Sex-based Differences in Winter Body Condition of Rusty Blackbirds in Acorn vs. Pecan Habitats
SEX-BASED DIFFERENCES IN WINTER BODY CONDITION OF RUSTY BLACKBIRDS IN ACORN VS. PECAN HABITATS
Patti Newell1, Sara H. Schweitzer1, and Russell Greenberg2
1 D.B. Warnell School of Forestry and Natural Resources, University of Georgia, Athens, GA 30602 2 Smithsonian Migratory Bird Center, Washington, D.C.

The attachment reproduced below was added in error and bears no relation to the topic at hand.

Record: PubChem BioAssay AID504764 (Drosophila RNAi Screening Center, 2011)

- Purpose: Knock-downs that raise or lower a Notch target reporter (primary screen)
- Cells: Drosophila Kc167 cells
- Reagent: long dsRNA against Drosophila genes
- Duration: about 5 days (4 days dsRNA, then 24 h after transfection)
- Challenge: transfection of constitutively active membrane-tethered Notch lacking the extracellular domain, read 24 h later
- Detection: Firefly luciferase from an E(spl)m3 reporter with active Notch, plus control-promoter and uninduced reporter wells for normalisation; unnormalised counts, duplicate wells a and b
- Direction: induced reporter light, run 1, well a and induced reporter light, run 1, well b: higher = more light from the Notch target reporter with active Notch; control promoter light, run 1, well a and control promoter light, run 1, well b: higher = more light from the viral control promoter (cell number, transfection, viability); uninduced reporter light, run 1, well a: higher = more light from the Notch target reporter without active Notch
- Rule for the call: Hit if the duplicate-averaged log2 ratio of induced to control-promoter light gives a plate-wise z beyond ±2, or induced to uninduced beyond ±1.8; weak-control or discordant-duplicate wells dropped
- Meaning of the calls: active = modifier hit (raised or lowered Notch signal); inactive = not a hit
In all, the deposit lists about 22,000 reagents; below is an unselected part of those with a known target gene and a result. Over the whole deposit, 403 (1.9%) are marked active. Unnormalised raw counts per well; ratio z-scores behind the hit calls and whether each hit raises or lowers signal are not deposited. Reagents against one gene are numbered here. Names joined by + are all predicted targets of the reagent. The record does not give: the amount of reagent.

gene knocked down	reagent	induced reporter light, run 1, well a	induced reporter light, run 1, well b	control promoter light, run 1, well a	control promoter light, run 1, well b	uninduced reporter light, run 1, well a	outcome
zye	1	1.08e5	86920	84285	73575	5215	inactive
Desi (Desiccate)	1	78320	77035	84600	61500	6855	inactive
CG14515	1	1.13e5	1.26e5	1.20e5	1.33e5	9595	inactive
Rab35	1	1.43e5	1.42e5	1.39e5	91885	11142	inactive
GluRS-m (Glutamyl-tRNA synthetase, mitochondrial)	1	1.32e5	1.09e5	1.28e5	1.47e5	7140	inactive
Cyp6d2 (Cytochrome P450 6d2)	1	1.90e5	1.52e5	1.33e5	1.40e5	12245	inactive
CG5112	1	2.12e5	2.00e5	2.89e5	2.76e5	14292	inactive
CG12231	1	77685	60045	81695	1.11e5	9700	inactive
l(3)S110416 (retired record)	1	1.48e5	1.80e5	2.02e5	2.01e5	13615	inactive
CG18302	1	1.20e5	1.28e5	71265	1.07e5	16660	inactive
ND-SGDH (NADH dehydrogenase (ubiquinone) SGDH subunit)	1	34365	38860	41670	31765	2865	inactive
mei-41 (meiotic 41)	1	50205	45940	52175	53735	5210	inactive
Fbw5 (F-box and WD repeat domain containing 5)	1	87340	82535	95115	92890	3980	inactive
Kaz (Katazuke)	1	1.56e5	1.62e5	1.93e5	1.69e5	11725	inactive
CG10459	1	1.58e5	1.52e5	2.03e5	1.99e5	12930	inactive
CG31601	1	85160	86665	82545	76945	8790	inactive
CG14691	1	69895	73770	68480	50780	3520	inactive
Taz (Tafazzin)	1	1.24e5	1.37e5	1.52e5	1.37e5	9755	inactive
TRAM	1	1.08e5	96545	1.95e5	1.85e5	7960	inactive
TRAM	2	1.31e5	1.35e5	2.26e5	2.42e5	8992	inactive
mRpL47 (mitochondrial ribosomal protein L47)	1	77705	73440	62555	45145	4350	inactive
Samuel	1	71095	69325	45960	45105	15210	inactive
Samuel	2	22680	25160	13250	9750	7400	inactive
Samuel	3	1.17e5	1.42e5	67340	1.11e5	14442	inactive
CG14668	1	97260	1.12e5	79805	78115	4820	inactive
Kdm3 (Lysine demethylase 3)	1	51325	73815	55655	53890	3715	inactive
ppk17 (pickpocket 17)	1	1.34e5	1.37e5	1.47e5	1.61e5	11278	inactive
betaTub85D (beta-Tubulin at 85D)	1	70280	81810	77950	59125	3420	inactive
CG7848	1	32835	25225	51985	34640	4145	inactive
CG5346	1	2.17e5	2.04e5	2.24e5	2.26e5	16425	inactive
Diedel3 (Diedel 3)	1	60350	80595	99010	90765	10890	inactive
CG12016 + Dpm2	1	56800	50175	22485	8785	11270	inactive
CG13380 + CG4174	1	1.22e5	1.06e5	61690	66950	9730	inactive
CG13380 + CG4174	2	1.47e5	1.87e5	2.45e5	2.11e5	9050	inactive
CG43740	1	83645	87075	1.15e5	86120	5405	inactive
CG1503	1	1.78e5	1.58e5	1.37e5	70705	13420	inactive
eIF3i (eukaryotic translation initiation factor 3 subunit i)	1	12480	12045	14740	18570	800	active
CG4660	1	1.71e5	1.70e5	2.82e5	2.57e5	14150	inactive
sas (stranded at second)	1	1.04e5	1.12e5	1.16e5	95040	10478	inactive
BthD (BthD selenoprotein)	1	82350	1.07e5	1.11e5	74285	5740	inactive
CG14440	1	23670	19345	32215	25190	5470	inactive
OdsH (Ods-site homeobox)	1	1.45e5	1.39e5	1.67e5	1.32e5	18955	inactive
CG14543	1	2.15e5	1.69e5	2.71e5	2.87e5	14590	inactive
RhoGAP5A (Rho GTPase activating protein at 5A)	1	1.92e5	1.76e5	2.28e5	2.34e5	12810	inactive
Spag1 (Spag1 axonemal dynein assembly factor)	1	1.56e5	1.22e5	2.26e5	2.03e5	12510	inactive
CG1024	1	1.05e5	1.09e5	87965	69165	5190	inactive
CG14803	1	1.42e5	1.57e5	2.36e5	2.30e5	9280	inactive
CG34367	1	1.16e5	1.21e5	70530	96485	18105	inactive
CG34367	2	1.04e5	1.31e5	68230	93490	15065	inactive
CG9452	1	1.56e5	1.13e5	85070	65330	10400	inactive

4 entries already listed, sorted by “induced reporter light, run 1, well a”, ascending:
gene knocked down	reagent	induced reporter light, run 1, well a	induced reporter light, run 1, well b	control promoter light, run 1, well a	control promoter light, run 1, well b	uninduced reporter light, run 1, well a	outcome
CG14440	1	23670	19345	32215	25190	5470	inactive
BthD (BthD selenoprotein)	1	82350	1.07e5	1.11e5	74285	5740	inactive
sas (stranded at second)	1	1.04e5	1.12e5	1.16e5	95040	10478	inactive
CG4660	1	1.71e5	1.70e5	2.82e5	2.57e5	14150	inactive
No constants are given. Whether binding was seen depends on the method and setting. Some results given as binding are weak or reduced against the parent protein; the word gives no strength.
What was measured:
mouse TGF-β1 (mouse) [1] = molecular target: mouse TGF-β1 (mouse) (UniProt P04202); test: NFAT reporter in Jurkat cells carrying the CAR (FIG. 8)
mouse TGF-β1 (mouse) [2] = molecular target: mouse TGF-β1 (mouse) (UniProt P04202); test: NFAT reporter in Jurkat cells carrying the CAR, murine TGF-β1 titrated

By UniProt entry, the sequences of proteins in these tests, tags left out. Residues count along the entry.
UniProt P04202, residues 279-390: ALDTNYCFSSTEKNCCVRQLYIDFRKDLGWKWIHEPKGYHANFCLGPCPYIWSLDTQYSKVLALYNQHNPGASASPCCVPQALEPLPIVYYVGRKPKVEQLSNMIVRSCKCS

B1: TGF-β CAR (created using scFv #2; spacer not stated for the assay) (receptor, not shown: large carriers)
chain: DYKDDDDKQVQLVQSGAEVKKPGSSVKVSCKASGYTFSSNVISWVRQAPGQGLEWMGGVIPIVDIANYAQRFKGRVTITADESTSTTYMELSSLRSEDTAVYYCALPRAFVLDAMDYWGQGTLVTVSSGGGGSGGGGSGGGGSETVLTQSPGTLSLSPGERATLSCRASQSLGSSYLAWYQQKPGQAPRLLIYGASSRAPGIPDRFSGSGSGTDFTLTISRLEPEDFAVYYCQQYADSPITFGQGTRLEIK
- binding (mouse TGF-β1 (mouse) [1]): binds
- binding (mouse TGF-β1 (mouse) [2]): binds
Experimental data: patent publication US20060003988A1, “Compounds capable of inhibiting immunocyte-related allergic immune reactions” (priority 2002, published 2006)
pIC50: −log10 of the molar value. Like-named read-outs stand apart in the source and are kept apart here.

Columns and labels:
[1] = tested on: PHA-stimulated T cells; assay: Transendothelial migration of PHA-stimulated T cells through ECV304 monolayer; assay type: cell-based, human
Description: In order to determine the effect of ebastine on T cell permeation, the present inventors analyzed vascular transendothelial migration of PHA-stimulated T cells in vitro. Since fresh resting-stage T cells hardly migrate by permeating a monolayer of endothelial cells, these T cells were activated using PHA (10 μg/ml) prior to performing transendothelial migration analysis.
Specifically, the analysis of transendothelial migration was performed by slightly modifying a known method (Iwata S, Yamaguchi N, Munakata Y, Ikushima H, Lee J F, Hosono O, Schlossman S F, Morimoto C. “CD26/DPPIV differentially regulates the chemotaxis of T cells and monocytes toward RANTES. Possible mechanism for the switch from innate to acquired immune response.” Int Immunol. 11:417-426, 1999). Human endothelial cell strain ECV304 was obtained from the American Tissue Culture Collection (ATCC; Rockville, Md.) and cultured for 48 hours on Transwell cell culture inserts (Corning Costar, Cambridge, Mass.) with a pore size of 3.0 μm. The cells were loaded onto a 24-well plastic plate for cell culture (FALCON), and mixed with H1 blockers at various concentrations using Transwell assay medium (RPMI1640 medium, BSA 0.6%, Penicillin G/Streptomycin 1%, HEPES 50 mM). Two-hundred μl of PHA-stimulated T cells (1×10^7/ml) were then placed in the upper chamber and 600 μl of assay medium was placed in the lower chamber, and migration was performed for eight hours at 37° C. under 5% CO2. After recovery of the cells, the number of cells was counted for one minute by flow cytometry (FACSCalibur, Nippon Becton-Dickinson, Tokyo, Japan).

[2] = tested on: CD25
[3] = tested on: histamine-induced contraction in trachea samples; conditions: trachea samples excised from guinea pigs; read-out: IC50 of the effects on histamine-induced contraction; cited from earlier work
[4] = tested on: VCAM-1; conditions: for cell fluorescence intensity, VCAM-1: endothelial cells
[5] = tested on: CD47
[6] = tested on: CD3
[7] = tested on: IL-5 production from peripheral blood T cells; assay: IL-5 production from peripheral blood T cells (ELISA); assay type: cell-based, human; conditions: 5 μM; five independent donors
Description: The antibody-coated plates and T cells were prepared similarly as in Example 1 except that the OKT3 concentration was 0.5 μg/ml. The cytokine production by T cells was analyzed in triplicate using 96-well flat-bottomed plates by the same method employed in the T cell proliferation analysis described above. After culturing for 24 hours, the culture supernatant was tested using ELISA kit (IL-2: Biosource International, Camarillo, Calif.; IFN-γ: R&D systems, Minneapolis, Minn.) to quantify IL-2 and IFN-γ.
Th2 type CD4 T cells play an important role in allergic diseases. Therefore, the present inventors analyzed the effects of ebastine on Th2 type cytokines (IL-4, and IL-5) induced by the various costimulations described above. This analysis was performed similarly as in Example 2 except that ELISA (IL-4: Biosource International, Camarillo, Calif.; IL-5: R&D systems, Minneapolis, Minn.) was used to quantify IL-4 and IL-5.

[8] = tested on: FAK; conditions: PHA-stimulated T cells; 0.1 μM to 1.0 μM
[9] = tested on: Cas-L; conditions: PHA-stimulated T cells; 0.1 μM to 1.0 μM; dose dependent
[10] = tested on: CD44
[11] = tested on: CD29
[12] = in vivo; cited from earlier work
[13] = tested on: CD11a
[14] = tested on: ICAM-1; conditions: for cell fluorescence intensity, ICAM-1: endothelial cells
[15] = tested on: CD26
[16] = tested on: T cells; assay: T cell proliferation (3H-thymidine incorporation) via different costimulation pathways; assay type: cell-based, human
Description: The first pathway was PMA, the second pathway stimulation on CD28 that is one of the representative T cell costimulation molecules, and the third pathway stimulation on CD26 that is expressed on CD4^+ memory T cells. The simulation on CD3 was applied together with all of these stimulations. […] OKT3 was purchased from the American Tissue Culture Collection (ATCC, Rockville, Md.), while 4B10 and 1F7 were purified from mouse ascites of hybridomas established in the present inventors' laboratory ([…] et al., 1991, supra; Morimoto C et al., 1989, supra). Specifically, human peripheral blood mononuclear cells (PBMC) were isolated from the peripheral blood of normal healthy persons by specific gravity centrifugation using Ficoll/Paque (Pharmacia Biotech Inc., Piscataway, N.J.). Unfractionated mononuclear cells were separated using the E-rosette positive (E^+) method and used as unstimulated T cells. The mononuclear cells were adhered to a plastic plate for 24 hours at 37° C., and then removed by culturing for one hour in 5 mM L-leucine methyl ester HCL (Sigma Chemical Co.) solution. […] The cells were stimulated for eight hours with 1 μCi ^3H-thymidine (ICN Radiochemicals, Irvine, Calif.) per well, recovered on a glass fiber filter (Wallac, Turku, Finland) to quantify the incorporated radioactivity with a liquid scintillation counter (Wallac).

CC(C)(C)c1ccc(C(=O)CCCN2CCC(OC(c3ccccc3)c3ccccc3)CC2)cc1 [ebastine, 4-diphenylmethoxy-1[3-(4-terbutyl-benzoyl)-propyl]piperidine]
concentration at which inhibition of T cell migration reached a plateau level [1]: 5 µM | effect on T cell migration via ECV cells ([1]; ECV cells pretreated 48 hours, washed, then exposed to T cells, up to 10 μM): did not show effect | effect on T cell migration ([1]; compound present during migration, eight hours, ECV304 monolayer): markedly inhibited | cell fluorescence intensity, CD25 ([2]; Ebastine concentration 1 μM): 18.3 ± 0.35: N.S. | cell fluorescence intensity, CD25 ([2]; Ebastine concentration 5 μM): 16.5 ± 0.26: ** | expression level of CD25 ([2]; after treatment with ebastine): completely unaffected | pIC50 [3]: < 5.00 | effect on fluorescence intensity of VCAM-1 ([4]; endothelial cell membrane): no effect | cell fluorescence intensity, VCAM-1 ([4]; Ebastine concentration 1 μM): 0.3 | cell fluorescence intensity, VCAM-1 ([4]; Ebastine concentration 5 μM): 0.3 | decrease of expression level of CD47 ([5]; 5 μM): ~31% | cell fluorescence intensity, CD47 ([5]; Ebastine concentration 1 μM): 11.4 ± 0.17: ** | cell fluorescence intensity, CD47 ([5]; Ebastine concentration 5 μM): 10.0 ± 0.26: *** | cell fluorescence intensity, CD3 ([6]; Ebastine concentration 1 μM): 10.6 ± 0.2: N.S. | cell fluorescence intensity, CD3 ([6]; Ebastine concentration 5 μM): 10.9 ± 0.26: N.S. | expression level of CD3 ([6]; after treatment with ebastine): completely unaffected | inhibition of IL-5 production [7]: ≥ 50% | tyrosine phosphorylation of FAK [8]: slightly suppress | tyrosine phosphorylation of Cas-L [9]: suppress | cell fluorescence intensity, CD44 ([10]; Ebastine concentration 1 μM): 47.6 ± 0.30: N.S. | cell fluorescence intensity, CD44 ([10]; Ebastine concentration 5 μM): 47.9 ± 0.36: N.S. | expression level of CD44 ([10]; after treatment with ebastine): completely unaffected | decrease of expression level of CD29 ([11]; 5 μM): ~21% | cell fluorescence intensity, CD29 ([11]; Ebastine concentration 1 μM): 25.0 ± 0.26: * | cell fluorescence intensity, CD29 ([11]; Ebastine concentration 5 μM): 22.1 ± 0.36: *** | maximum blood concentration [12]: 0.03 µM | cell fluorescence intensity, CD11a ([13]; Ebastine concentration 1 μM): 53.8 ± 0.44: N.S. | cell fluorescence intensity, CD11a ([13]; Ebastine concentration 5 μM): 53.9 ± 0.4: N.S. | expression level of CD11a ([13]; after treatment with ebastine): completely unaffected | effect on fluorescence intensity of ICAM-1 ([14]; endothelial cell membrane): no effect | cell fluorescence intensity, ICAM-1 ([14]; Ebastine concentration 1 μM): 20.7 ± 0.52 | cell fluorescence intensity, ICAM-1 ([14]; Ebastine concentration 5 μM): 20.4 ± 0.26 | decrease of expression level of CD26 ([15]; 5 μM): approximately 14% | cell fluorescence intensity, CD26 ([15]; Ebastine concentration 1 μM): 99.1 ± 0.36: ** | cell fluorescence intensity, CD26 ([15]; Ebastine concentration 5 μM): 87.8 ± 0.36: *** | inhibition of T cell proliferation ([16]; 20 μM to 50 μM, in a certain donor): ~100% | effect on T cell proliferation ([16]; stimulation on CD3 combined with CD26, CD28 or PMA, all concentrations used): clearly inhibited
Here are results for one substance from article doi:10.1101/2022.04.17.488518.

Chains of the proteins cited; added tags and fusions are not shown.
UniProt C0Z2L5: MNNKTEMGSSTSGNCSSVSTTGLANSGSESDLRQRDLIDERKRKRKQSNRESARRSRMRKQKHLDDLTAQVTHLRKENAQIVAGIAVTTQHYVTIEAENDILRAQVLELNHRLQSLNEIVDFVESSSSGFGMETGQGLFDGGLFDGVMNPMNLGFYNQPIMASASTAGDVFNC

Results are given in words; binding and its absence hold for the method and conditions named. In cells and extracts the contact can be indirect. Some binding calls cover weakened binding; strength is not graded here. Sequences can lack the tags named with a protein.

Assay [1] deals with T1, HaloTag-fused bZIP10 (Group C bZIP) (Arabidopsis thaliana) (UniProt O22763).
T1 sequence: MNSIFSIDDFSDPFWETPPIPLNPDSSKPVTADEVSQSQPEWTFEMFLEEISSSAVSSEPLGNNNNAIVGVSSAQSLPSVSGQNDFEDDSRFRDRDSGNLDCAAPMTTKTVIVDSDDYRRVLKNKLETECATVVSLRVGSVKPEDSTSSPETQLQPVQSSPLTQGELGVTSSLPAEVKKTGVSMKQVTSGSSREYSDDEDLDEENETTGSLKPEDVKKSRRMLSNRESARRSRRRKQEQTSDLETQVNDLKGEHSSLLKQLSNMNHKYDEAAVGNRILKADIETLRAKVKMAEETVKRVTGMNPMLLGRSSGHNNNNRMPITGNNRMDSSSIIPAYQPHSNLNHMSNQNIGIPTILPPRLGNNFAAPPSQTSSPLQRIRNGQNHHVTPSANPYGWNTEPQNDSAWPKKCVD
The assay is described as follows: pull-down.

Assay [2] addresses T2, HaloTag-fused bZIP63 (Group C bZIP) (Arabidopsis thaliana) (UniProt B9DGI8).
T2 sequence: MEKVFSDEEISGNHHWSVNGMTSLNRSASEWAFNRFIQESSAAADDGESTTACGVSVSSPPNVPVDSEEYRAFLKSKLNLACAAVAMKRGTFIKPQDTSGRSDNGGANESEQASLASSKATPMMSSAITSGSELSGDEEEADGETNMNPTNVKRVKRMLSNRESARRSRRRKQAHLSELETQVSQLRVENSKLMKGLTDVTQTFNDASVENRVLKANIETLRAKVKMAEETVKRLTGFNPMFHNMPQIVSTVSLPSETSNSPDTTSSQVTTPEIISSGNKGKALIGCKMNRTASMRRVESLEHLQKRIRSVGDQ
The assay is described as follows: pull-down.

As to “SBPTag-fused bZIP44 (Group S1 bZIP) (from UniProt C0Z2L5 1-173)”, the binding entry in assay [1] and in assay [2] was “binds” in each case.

Abstract: The Rusty Blackbird (Euphagus carolinus) has experienced an 85-95% overall decline continent-wide, with accelerated rates of population decline since the 1970s. Reasons for the decline remain unclear, but loss and modification of winter wetland habitats and associated carry-over effects to breeding grounds are likely principal factors. Winter habitats selected by Rusty Blackbirds include mast-bearing, bottomland trees and shrubs, and sources of invertebrates, small fish, and amphibians. We propose that tree mast provides lipids and carbohydrates needed by Rusty Blackbirds to endure extreme winter temperatures, and to accumulate body fat, amino acids, and other physiological needs; thus, Rusty Blackbirds foraging in habitats with abundant mast will be in excellent condition during winter and upon arrival at the breeding ground. With mist nets, we captured 57 Rusty Blackbirds in winter 2007 and 89 in winter 2009. We recorded age category, sex, mass, and lengths of wing chord, tail, and tarsus. A body condition index was based on a regression analysis of mass relative to lengths. Body condition was best explained by sex (male or female) and system (acorn or pecan habitat), determined from results of a generalized linear mixed model, where males in pecan habitat were in best winter condition. To reduce competition between males and females for pecan habitat and improve winter condition of females, we must provide more habitat with consistent and abundant mast available during winter.